Beginning in 2001, following a back injury, I began to "paint" with fabric.   It started with a view of poppies and wild flowers fashioned from tiny bits of brilliant silk sewn to muslin.  I overlaid a portion with pale green silk organza that gave it all a look of a field of poppies on a misty morn, then I lightly quilted around the grasses of the field to define them.

Not long afterward, a vibrant orange batik cried out to become a clown fish magnified a thousand times, bursting through a forest of sea urchins, rendered first in watercolor, then in fabric.  Milky white silk chiffon covering the "urchins" gave way to a peek at a treasure of gold and gems fashioned from metallic threads and exquisite glass beads.
Artist?  Or A Strange Cross Between Etymologist and Painter?
But then, Learning Hebrew Changed Everything...
and the "Awesome Lamb" emerged
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Unlock the Supernatural Forces in the Hebrew Alphabet

Supernatural Powers lie waiting for us in the Hebrew Alphabet -- waiting to unfold the mysteries of Messiah, the mysteries of answered prayer.

Explore the meaning of the Hebrew letters in Seh ha'Elohiym now.
"...a Christian all my life, it was not until I saw and could release the forces hidden within the Hebrew letters that I truly began to grasp the scope of God's love for us or the true nature of our Redeemer"
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On a roll, nine or so months later I sketched a crane leaping from a marshy lake to greet the dawn.  The fabrics came to my hands as if by magic.  Chintzy cottons streaked the mauve sky, and brilliant orange silks became the just-rising sun resting on the horizon. The crane lifts into the sky to greet the dawn, his feathers burnished by the sunglow to gold.  I appliquéd nearly a hundred feathers of a gold rayon blend to create him and deeply quilted the water to add depth and sense of rippling movement.

The trio sold quickly.

At a time, about 10 years ago, when I was nearing the crest of the hill age-wise, but hadn't quite gone over to the oh-so-slippery other side, I had an encounter one night that began to bring every gift our Father had given me together.  The crane was still under construction then, feather by feather, stitch by stitch. An astonishing voice woke me in the middle of the night and commanded me to do a thing.  I was unprepared.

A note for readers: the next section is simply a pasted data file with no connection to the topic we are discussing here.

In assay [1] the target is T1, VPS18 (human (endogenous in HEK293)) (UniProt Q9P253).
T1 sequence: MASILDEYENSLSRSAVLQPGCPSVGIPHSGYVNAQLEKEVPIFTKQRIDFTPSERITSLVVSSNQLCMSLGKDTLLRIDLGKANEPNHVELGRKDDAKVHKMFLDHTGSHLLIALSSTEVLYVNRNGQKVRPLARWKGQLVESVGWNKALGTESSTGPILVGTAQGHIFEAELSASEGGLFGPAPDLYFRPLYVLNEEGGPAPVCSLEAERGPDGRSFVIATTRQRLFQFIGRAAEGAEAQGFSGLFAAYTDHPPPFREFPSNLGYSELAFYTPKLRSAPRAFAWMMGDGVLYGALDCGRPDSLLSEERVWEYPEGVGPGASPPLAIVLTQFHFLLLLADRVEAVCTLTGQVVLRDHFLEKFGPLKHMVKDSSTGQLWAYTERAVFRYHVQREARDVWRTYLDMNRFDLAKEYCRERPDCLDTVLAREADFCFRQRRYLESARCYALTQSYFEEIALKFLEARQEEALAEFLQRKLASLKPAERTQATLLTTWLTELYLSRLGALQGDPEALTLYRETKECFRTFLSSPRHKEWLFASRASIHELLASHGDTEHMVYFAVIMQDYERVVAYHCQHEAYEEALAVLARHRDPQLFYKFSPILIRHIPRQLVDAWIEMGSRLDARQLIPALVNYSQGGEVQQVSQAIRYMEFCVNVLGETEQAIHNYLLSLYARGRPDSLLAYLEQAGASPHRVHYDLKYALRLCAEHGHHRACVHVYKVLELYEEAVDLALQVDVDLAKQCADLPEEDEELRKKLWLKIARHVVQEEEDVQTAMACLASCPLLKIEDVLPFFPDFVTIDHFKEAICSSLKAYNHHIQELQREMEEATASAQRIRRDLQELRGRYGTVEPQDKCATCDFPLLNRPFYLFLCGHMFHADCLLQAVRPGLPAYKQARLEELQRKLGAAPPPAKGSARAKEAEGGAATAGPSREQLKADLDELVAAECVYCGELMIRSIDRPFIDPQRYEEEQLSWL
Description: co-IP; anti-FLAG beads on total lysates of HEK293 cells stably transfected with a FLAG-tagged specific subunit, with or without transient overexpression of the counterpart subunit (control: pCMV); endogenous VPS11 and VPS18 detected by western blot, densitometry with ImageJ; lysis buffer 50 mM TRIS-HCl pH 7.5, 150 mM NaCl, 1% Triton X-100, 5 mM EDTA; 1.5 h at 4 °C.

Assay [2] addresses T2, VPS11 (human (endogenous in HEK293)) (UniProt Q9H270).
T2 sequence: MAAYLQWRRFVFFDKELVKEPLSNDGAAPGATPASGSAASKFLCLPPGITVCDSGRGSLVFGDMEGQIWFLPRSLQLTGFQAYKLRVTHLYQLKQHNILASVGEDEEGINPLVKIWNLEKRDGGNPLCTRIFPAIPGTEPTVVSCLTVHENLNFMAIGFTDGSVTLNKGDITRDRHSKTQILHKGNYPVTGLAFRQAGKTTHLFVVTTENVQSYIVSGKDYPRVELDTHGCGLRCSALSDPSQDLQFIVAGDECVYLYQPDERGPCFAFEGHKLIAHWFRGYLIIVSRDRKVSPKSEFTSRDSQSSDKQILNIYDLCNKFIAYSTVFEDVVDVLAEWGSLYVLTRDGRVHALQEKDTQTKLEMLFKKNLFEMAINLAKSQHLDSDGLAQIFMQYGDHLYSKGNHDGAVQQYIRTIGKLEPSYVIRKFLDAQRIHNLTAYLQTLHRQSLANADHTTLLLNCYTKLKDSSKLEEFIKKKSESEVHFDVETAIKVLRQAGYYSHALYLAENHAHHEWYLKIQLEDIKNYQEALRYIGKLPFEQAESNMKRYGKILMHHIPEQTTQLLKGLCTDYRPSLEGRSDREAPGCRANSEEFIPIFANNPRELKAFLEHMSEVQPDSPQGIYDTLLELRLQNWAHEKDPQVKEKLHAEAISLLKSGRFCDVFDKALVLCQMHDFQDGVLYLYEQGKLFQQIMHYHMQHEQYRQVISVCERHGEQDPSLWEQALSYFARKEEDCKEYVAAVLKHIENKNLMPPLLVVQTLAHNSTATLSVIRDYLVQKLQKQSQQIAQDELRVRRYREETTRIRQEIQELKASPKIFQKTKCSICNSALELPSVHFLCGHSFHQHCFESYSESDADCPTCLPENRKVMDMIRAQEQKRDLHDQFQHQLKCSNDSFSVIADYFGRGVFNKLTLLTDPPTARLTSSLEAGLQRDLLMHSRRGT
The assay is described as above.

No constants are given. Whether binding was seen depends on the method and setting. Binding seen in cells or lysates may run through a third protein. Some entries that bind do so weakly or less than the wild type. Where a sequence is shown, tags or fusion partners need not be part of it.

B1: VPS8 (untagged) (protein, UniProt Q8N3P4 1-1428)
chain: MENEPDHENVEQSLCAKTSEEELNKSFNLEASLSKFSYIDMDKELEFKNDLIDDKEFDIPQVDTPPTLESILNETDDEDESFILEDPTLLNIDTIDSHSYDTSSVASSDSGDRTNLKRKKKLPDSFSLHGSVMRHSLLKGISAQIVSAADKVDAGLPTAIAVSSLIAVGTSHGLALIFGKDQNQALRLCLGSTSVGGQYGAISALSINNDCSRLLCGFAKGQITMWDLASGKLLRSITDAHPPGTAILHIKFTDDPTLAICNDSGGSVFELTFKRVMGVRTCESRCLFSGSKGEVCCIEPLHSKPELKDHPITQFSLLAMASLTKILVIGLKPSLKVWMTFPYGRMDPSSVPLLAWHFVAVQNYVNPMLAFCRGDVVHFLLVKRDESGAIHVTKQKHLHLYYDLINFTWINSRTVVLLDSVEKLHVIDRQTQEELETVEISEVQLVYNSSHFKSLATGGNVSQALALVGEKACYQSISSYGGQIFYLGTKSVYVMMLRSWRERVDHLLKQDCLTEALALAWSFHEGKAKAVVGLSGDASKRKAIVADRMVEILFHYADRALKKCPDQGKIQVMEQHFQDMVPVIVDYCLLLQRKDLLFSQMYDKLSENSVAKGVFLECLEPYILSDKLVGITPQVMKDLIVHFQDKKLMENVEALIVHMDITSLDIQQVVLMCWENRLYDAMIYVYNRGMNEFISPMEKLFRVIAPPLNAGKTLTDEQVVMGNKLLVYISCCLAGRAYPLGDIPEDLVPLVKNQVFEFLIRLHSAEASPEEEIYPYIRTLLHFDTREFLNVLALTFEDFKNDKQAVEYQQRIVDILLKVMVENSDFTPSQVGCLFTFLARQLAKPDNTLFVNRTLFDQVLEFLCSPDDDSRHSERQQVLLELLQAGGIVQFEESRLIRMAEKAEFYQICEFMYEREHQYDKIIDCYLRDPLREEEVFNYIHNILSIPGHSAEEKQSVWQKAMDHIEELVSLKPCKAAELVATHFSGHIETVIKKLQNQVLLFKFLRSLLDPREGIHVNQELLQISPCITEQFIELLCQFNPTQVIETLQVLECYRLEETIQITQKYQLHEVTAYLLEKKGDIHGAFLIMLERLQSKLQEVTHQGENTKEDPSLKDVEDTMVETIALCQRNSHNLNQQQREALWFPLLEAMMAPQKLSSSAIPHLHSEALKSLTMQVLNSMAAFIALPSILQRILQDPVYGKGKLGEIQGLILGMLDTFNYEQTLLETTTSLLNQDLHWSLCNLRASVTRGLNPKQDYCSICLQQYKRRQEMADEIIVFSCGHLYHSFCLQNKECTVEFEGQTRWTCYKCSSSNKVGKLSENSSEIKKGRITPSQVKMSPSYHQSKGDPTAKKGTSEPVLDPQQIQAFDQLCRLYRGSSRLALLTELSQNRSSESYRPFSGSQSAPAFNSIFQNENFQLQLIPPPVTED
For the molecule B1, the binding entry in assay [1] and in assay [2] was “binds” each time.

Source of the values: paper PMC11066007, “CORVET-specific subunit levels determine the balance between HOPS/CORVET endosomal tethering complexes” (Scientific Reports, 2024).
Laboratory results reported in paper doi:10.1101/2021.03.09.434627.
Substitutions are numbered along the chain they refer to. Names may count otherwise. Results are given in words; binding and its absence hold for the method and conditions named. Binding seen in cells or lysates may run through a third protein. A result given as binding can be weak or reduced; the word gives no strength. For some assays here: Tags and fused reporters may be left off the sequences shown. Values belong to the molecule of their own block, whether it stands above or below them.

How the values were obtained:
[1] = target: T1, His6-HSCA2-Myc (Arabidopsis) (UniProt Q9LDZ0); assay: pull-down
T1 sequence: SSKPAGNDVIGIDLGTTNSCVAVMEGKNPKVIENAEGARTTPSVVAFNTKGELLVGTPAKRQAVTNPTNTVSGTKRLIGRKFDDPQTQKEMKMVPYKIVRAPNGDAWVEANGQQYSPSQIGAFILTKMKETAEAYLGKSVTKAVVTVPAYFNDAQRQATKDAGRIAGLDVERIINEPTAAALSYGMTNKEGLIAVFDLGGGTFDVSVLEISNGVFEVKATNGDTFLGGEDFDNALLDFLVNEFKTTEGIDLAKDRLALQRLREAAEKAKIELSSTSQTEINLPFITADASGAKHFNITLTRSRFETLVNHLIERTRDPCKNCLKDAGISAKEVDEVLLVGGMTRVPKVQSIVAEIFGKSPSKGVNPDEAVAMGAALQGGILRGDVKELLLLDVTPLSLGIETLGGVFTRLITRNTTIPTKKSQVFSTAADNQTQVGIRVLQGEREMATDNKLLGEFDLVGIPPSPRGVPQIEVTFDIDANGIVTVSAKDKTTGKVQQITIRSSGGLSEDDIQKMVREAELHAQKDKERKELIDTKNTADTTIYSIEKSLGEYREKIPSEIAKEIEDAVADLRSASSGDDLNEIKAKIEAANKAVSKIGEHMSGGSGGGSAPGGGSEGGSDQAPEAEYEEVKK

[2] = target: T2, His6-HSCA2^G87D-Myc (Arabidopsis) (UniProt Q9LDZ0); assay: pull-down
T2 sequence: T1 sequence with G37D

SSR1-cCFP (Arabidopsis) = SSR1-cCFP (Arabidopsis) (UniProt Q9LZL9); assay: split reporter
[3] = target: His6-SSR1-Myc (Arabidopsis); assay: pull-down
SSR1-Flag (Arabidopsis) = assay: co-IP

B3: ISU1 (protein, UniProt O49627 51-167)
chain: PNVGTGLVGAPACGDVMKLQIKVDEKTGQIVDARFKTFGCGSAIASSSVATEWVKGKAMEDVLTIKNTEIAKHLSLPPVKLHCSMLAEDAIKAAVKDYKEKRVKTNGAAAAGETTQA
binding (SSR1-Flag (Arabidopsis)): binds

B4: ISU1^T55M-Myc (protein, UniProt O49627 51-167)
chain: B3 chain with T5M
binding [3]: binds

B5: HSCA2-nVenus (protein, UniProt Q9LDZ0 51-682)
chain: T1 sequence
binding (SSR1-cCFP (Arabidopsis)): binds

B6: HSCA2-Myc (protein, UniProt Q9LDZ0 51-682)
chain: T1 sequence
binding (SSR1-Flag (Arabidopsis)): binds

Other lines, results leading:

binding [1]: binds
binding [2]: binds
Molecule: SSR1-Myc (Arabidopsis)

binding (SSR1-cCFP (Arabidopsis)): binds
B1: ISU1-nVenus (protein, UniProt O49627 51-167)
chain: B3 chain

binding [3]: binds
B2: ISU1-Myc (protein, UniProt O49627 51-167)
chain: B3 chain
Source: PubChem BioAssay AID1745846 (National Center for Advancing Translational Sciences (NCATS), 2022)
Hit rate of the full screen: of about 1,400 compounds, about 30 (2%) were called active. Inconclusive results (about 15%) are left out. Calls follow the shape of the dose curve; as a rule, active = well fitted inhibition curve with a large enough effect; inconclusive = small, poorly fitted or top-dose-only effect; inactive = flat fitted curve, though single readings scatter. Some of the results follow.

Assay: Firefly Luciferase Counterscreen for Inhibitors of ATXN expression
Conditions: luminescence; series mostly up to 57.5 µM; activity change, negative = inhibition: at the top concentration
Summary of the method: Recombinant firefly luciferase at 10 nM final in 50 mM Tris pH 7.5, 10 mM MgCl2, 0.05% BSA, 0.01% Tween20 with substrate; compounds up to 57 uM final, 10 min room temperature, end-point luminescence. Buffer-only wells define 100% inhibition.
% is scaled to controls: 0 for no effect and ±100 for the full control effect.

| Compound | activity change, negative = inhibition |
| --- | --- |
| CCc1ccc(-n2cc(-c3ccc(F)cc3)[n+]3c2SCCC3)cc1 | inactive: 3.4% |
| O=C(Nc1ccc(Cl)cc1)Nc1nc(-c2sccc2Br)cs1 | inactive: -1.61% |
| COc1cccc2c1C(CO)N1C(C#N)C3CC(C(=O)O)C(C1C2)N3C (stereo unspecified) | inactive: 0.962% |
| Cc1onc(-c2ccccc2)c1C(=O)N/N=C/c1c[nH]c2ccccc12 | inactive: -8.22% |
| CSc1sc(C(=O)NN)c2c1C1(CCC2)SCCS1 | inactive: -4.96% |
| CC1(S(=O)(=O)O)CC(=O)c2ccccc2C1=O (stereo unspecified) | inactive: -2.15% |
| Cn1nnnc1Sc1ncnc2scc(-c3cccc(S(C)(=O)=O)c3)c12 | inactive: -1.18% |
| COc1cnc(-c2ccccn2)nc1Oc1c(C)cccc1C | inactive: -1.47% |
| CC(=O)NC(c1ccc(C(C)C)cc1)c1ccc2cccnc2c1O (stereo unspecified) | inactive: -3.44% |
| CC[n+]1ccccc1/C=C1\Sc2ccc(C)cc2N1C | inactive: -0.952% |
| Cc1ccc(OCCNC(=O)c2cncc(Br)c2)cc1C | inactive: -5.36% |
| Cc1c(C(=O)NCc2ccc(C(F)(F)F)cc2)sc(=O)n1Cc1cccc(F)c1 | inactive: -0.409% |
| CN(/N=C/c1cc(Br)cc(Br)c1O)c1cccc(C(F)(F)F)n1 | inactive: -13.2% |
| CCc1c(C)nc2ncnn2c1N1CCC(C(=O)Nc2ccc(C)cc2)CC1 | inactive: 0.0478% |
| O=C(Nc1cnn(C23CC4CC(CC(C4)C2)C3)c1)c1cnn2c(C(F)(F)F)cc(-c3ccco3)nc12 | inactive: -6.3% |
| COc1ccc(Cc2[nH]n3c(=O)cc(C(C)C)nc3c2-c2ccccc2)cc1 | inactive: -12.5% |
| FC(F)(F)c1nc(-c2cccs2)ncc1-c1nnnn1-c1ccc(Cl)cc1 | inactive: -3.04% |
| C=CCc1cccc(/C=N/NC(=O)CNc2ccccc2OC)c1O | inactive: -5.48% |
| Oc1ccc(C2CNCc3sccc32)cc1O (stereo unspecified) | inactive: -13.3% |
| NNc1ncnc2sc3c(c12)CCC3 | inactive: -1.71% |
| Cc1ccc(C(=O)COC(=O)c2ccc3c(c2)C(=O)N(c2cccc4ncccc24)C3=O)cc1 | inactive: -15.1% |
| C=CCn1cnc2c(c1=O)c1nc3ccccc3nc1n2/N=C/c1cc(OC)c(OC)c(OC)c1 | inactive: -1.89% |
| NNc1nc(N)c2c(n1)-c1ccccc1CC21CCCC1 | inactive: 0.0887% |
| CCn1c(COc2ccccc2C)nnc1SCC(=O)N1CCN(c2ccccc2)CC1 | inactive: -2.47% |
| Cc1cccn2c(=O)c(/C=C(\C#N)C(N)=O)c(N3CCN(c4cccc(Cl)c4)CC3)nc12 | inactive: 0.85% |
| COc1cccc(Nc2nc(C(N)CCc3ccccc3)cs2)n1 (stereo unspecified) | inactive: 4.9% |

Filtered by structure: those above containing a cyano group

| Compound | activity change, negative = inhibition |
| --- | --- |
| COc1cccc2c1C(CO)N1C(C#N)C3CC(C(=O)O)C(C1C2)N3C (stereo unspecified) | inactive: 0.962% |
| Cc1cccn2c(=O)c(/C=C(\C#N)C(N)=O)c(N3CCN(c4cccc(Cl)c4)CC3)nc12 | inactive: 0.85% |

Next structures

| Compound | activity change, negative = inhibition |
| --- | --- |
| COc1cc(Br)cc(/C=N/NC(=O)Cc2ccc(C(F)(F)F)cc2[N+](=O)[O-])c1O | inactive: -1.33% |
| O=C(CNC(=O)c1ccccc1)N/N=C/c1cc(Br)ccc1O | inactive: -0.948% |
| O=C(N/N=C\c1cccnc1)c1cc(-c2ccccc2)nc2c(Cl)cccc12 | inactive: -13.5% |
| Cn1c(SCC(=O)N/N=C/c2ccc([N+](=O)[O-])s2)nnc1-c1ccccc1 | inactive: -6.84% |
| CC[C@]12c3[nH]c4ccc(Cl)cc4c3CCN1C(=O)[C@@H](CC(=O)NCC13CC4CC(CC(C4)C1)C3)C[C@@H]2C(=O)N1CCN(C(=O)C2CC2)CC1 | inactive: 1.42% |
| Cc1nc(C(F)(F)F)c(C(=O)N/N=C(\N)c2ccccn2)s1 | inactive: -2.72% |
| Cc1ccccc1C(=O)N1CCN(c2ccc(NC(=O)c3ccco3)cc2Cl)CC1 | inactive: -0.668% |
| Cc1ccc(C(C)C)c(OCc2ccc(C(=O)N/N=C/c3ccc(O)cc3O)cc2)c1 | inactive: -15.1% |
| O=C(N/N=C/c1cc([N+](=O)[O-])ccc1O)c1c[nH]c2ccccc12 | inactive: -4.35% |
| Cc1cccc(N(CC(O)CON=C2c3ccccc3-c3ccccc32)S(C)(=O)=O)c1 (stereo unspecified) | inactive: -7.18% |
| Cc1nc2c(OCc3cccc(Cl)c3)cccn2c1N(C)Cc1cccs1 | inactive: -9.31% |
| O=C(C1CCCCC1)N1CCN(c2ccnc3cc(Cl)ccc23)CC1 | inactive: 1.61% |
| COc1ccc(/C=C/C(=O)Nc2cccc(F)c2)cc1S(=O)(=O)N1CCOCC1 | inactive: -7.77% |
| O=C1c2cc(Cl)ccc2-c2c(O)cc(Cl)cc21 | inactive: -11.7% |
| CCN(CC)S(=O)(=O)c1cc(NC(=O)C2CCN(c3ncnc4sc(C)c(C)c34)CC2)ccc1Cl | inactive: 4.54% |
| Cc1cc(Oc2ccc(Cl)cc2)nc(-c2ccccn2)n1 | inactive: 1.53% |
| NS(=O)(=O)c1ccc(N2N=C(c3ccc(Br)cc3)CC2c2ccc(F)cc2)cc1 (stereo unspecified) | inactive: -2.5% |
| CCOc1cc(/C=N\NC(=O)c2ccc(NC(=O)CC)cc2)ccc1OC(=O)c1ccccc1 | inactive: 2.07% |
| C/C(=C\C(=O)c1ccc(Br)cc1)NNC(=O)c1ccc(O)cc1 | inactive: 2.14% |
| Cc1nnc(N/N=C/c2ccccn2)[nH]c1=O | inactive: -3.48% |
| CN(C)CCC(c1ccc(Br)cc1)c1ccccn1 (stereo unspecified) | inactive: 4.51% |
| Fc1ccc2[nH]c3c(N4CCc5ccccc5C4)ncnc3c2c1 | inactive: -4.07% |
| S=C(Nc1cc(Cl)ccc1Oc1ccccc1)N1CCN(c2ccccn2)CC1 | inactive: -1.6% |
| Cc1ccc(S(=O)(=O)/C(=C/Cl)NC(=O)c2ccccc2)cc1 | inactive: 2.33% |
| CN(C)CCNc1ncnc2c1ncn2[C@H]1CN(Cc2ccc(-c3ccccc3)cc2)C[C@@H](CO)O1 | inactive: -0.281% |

A Voice in the Night and a Sharp Command

We were in Mendocino, CA.  It was nearing Palm Sunday as I recall, when I awoke about 3:00 A.M., startled to hear a voice commanding me to pray for Israel.  Other than my sweet husband, snoring softly nearby, and a gray and white cat curled up deep in sleep, there was no one.  I lay my head back on the pillow.  Again the voice spoke, "Pray for Israel."  I shook Neal awake and told him what I had heard.  He didn't laugh.  The Lord had been working things in us for months, causing us to delve deeply into His word. There was no going back to sleep for either of us.

In our Lutheran and Presbyterian backgrounds, neither of us had ever been called upon to pray for Israel.  What were we to pray?  How were we to pray?

A week later, we were headed for Minnesota, and had stopped in Sacramento.  While Neal went to fetch some coffee in a restaurant, I opened my trusty old Scofield Bible, which was never more than a hand's reach away now. If I could not hear the voice again and inquire what I should do, then I would search the Word until I found it.  Unwittingly, I did find it, but did not know the implications of the search that would reveal it. 

I had opened the Word to Isaiah 44.  Go with me there and read from verse 1 through 5.  Can you hear the joy and even boasting in the voice of the Father, as He describes the fulfillment of His desire to bless His children and the picture of those children?  I came away from reading it with a linguistic tug-of-war raging.  As I read the words that would be written on the hands or arms of those who are His, I thought of the commands in Deuteronomy to "bind these words in your hands", and the mark on the hands that would be demanded of all who would be able to earn a wage and buy goods in the last days.
I pleaded with my husband to take me to a library where I could check a Strong's or Young's Concordance to see what the Hebrew looked like for these words, “write on his hand or arm”. And there began an odyssey that shows no end in sight.

I began to study Hebrew...and what I learned and continue to learn is the answer to the gaping hole the etymologist could not fill with all the knowledge in all the texts of the brilliant etymological minds in the world, past or present.  Here is the language of the beginning of all things.  Here is a language so alive it is restive to bring the truth to all who love God and seek to know Him and to know His will. 

Those verses inspired another fabric painting I called Sumbibatso, accomplished while I rested from my intense studies.

It is a Greek word used in Paul's Letter to the Ephesians.  The word is sumbibatso (soom-bi-baht'-so).  It is most often translated into English as "knit together" or “joined together”.  A more accurate translation would be, "the whole is equal to the sum of its parts".

Again, the fabrics fairly jumped at me, vibrant yellow streams out of a turquoise batik heaven.  Streams of brilliant cords, became the life-lines cast by the Holy Spirit connecting to the upraised appliquéd hands -- cords binding us together with the God Who loves us.  A white dove flies above the praising hands.  Ever the dove has been associated with peace...shalom. Shalom, not “peace” as we define it in worldly terms, but the wholeness the Hebrew letters it contains speak of...reunion with the God Who made us.  The upraised hands are inscribed "Unto the Lord".

Sumbibatso was given with more love and
respect than he will ever know to a pastor
in Charlottesville, VA.
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